Once a start had been made with the month's Offizier it was not normally necessary to make any further use of the bombe. The first break gave Stecker for 2 days and 1 setting and the settings for other messages on those two days could now be discovered in the same way as settings for Barnacle, etc. If there then occurred on another pair of days with a different Stecker a message of which the setting was known it was possible to set to work to discover the Stecker - and subsequently, of course, the settings of any further messages --- and so ad infinitum.
To obtain the Stecker when only the setting was known it was necessary to do a Dottery, a job much coveted in early days but whose fascination disappeared as the method was perfected. The first step was to decode the message at the correct set-up with all letters self-steckered: the result naturally was jibberish. However, of the 26 letters assumed in the decode to be self-steckered, 6 were in fact self-steckered and, when one of those was pressed, something happened which was at least comparable to what happened in the machine used by the German operator, i.e., the letter being genuinely self-steckered the current went into the machine in the right way and, if the correct bulb did not itself light up, it must at least have been the Stecker of the right letter which lit up -- see the paragraph on Stecker in Chapter 1. The next step was to record on a square the pairs of letters obtained by writing the decode under the cypher text, the left hand side of the square being the cypher and the top the decode. Of the 26 rows in the square, 20 are of no value but the 6 which belong to the 6 self-steckered letters should have dots distributed over them in accordance with language distribution as distinct from random distribution. Also, all 6 rows should show the same squares to be popular and the same to be unpopular - the most popular square will be the Stecker of E. It was not normally possible to spot all the self-stecker but perhaps 4 would be certain and also the Stecker of E. A second similar process, known as a Yoxhallismus after its inventor, assumes every letter of the message to be an E (the Stecker of which is now known so it can be encoded right through the message) and records the Stecker which each assumption implies. As E is very common, the assumption will often be correct and hence the squares representing true Stecker will fill up much more rapidly than the others. By these methods part of the Stecker was obtained and then began attempts to decode the message with partial Stecker; whenever a word could be guessed which was only partially decoded, further Stecker could be added and the complete Stecker was soon obtained.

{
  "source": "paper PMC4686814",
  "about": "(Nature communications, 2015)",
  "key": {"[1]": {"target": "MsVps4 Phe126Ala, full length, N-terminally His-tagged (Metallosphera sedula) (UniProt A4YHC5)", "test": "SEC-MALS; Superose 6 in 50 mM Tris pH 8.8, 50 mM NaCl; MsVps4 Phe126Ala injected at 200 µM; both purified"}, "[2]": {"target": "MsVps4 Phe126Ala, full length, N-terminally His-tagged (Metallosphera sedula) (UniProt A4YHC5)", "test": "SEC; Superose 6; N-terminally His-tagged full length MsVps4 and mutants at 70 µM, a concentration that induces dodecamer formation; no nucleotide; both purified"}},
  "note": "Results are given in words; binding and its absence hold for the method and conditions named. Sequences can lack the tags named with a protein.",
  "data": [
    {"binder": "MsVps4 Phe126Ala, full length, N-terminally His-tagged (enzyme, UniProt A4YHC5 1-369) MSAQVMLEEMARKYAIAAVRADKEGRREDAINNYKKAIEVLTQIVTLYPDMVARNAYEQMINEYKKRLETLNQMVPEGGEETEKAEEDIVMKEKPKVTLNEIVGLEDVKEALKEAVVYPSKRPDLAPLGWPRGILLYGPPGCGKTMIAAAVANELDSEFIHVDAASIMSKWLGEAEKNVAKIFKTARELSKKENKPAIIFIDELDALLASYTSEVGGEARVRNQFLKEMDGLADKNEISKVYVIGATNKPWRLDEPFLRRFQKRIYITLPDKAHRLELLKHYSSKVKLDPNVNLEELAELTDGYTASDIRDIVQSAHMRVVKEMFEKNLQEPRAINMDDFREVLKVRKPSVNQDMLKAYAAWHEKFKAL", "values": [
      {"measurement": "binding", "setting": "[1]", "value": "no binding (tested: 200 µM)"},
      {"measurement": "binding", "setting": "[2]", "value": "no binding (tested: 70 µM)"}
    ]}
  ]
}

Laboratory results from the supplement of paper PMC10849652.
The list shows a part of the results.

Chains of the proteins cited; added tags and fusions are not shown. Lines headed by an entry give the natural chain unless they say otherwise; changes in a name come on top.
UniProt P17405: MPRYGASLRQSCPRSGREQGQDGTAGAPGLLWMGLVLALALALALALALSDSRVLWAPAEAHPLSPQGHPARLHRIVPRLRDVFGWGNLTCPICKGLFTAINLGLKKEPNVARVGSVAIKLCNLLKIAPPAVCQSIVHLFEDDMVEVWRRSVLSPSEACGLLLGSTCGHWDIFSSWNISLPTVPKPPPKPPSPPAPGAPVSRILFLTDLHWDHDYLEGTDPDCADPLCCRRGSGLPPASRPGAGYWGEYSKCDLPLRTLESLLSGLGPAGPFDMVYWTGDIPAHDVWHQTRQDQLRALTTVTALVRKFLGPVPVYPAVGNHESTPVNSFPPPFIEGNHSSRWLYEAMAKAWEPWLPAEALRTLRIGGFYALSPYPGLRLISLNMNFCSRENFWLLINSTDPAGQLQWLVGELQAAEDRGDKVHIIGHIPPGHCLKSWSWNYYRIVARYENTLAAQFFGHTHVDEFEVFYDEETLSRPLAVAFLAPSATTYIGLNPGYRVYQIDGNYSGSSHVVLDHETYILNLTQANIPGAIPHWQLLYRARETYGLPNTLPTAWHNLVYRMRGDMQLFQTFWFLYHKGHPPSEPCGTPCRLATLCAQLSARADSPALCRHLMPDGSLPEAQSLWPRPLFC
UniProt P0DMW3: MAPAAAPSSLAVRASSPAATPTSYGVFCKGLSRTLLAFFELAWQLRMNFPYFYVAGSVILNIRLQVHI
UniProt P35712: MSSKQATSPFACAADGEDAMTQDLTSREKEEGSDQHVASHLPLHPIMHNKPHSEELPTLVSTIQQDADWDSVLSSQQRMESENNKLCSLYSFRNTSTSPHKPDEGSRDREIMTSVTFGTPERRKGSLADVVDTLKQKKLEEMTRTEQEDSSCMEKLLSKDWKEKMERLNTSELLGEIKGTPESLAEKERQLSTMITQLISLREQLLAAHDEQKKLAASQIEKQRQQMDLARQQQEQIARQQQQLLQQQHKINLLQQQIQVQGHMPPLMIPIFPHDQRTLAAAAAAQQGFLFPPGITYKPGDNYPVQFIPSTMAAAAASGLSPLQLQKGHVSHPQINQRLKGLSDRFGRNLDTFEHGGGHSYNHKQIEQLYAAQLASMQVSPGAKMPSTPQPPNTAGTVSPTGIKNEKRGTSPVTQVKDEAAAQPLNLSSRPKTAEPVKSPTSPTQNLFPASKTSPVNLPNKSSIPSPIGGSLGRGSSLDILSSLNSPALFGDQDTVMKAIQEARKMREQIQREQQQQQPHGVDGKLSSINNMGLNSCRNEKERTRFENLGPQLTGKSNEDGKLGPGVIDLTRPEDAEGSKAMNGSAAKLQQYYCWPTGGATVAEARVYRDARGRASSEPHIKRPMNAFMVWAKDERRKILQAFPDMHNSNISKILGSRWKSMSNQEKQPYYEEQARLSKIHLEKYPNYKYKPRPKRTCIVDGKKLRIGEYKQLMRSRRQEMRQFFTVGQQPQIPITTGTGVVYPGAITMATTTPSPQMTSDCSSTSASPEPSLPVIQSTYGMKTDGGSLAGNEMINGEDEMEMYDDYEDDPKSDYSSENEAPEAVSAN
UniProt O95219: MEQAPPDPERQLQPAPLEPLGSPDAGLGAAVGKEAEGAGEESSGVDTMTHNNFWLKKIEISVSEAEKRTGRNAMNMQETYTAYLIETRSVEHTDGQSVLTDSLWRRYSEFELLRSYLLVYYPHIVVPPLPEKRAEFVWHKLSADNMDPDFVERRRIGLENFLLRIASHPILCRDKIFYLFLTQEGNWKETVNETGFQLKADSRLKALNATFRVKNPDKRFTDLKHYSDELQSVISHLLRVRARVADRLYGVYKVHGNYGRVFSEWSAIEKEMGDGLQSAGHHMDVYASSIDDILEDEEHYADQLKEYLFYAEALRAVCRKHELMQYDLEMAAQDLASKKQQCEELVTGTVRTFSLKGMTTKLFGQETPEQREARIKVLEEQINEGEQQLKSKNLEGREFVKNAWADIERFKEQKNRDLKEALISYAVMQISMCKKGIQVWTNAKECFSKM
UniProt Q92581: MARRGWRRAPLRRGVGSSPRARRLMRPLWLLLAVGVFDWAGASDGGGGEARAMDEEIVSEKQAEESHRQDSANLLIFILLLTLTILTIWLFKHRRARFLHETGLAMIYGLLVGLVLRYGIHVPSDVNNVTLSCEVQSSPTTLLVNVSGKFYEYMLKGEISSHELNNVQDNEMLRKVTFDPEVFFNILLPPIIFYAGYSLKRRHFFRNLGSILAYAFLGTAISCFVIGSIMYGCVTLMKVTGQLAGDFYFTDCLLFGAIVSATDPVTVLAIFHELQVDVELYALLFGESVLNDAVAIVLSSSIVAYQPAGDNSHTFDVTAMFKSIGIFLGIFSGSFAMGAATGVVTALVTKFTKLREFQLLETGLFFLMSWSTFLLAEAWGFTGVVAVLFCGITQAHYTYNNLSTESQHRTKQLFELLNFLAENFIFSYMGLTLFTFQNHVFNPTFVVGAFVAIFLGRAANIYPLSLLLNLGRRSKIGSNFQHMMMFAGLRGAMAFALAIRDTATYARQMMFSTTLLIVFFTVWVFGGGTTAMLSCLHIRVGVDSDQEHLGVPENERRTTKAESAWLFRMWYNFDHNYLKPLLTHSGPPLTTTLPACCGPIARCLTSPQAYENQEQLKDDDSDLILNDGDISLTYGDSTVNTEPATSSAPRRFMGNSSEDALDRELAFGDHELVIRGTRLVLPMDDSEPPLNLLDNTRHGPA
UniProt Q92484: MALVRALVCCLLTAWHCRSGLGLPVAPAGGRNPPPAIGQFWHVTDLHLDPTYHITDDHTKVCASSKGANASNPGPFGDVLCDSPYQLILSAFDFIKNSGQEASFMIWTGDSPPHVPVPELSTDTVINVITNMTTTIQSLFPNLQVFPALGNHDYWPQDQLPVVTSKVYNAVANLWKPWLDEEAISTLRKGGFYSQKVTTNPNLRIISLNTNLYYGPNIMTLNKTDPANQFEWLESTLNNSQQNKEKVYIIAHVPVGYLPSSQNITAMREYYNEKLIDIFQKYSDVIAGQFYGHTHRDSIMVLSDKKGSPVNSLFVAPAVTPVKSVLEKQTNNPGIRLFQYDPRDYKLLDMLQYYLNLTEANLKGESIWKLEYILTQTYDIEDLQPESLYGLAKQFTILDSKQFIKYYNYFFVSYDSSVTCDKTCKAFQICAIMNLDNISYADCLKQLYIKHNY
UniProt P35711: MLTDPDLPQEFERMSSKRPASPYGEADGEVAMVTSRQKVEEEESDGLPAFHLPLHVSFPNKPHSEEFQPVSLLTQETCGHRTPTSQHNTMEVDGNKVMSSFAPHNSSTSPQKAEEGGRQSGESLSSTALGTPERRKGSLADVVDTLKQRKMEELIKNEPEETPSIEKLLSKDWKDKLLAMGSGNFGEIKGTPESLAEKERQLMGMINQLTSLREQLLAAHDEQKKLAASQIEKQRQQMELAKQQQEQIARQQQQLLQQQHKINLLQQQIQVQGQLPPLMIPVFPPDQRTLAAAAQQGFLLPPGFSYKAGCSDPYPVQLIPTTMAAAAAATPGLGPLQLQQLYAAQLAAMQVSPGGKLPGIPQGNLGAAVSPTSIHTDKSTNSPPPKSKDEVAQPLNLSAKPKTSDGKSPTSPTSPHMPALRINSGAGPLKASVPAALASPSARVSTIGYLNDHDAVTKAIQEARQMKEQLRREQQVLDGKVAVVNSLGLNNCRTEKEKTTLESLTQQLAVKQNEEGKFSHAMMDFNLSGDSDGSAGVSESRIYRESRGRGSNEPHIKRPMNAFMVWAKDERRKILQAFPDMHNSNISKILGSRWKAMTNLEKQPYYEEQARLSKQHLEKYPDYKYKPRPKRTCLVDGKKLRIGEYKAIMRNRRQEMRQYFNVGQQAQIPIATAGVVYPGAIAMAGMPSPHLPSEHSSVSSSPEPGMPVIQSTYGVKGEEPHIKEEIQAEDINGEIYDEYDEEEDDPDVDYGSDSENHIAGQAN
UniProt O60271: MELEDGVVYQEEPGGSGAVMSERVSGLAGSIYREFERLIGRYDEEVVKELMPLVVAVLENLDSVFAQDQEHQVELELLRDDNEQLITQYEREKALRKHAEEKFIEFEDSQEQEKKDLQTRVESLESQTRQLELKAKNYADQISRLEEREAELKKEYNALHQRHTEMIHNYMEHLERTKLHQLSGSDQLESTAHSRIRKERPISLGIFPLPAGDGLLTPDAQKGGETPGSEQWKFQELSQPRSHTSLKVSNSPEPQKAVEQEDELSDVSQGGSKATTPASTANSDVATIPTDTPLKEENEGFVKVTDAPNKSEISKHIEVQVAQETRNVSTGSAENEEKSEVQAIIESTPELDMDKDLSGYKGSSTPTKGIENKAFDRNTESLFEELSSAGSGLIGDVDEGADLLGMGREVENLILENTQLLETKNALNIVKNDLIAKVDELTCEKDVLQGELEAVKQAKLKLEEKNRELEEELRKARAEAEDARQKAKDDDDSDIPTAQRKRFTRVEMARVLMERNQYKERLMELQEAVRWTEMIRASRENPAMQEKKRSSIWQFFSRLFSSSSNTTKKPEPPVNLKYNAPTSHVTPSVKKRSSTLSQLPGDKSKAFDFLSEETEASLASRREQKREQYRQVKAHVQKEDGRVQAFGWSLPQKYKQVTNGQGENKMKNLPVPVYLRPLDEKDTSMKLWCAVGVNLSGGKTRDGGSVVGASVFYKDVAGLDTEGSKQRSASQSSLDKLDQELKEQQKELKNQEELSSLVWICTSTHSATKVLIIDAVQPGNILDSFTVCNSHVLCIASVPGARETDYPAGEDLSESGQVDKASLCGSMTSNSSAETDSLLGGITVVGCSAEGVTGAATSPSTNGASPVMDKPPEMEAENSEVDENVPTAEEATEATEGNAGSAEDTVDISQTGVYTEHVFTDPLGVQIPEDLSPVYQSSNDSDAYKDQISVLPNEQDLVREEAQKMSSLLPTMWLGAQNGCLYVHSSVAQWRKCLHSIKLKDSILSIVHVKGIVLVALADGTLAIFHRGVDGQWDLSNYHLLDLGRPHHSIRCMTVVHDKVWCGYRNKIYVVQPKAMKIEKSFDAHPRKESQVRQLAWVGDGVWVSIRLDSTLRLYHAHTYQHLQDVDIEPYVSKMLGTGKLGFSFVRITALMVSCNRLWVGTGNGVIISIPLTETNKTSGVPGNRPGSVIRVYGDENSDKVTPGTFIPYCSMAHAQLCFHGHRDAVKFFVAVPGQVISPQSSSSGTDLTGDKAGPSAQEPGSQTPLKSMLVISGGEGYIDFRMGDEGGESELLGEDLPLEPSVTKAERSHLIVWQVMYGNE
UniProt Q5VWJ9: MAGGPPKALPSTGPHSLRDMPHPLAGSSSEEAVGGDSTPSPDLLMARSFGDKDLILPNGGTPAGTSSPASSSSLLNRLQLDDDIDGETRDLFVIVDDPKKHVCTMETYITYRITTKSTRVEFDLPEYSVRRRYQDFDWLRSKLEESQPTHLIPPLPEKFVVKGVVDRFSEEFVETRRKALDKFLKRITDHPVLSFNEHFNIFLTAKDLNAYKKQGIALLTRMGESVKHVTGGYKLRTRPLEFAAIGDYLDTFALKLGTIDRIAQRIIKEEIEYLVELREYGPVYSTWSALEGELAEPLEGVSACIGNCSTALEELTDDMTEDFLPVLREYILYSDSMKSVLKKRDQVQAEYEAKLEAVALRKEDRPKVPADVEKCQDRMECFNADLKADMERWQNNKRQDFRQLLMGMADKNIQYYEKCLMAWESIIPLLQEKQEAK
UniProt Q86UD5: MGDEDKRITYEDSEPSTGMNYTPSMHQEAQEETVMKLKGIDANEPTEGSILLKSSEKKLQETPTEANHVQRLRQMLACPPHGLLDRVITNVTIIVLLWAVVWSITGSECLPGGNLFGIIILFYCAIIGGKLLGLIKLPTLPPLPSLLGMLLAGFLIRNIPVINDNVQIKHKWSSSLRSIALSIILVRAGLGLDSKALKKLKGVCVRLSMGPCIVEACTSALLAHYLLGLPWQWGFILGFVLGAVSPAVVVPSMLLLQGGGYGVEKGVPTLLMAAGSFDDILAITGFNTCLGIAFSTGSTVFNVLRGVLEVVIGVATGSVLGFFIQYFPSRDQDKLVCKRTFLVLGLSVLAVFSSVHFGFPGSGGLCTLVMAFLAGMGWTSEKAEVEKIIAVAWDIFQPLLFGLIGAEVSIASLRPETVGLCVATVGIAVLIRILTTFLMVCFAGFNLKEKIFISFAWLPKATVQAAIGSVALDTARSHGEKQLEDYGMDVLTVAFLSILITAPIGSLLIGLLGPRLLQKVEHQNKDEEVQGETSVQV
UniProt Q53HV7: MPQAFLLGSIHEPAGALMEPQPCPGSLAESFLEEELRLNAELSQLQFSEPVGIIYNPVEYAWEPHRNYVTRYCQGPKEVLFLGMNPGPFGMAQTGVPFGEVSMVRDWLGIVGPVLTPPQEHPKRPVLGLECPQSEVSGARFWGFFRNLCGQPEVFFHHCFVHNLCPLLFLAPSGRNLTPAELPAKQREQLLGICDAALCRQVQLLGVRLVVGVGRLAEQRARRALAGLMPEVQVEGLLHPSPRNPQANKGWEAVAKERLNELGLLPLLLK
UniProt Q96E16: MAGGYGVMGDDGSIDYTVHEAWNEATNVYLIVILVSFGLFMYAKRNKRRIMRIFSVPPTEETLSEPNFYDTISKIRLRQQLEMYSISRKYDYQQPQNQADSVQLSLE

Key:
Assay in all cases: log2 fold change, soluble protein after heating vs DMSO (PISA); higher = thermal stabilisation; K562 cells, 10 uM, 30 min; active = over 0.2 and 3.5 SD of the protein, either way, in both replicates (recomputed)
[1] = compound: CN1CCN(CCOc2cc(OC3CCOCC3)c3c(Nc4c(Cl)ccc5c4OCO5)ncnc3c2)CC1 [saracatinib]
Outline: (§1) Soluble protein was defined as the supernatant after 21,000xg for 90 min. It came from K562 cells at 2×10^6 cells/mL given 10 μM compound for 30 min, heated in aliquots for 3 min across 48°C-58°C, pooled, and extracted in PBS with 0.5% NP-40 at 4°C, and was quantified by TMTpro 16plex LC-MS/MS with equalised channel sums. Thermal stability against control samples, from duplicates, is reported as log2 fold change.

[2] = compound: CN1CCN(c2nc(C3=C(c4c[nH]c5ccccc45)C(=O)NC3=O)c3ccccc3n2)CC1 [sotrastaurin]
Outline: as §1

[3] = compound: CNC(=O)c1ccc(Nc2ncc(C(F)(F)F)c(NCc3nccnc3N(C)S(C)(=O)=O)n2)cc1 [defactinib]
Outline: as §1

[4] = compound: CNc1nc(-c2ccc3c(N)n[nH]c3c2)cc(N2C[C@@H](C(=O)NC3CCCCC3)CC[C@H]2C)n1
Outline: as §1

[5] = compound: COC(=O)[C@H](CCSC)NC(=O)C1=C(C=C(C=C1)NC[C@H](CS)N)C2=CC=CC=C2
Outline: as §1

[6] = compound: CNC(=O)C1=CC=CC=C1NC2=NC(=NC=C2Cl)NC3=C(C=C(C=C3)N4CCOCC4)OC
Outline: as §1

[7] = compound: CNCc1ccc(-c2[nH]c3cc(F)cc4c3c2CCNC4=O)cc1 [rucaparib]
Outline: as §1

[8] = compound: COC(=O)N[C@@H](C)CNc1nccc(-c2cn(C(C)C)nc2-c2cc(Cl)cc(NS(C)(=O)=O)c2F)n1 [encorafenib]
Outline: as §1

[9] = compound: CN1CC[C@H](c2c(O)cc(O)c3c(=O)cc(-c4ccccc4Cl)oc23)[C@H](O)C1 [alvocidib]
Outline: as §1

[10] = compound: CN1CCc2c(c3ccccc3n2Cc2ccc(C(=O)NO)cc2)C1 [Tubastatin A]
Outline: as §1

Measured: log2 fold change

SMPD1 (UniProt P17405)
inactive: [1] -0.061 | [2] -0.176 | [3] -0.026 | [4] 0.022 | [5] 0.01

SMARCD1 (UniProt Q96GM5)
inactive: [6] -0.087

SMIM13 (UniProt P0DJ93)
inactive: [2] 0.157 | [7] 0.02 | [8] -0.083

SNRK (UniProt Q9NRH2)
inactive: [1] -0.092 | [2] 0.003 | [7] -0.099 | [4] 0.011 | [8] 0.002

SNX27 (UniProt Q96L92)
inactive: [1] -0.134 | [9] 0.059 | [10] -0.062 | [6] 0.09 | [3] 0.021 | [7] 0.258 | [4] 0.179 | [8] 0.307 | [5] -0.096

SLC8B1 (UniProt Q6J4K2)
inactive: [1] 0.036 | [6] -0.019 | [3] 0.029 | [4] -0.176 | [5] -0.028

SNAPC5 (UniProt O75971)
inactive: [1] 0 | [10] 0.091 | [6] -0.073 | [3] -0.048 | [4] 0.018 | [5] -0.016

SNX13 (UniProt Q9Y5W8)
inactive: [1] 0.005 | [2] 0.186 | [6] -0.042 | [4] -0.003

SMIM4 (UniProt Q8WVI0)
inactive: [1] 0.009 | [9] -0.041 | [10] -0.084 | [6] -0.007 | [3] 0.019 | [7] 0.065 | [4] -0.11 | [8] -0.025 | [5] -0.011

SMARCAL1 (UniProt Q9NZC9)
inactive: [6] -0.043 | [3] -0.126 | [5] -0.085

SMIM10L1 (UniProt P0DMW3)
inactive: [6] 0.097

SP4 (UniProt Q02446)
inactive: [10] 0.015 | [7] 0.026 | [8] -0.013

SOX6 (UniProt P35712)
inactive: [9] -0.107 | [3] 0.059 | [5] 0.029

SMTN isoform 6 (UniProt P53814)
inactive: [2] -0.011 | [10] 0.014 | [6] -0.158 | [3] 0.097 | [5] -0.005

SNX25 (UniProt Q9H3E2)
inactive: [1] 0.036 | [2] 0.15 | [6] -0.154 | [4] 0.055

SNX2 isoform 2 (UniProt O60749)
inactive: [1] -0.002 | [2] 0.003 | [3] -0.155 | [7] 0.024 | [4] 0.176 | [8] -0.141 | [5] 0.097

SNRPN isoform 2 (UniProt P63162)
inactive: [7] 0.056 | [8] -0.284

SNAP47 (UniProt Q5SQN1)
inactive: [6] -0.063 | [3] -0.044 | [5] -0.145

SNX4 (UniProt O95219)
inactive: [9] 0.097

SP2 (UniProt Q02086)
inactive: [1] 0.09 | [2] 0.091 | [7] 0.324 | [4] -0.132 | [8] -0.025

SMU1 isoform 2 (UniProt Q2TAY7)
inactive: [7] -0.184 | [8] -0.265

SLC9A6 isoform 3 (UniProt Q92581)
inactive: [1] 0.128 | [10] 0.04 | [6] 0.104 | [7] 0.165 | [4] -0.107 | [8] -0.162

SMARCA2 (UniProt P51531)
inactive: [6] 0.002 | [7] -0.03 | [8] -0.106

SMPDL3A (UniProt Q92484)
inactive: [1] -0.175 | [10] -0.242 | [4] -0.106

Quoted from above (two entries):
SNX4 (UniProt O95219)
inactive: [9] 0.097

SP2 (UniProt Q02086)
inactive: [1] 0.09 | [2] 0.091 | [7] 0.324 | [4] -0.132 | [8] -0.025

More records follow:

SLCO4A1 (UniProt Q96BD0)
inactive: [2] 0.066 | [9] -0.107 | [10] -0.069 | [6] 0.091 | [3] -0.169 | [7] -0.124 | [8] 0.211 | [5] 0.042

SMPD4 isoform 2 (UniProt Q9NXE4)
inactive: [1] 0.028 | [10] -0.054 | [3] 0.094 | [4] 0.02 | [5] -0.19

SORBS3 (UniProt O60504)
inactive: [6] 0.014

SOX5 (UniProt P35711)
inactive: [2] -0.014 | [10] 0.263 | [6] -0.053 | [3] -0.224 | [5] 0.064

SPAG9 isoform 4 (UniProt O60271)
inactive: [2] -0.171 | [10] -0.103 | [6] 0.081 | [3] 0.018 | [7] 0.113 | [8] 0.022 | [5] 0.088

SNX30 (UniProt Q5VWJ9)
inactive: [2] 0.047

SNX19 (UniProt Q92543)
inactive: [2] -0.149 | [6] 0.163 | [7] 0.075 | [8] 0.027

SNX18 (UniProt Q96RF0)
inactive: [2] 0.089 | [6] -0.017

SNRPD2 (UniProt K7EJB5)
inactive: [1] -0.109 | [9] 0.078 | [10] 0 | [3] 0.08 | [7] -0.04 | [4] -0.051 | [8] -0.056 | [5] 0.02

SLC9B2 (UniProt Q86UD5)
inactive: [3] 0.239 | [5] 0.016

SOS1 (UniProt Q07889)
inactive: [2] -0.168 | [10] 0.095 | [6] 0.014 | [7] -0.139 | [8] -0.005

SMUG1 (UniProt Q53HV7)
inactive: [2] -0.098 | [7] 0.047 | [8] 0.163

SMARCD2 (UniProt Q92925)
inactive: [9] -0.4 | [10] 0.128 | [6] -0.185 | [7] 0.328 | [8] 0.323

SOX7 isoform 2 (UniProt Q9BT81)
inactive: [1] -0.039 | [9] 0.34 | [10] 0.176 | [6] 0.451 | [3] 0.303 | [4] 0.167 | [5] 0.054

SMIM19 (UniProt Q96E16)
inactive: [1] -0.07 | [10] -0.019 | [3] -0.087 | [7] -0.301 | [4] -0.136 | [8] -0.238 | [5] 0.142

On a message of more than 200 letters a dottery was normally successfully completed without much difficulty. In early days much labour was spent on dotteries of insufficient length and little profit resulted from it. At one time or another most Offizier keys were read, and Oyster and Limpet were broken regularly and fairly completely. If traffic was high, we could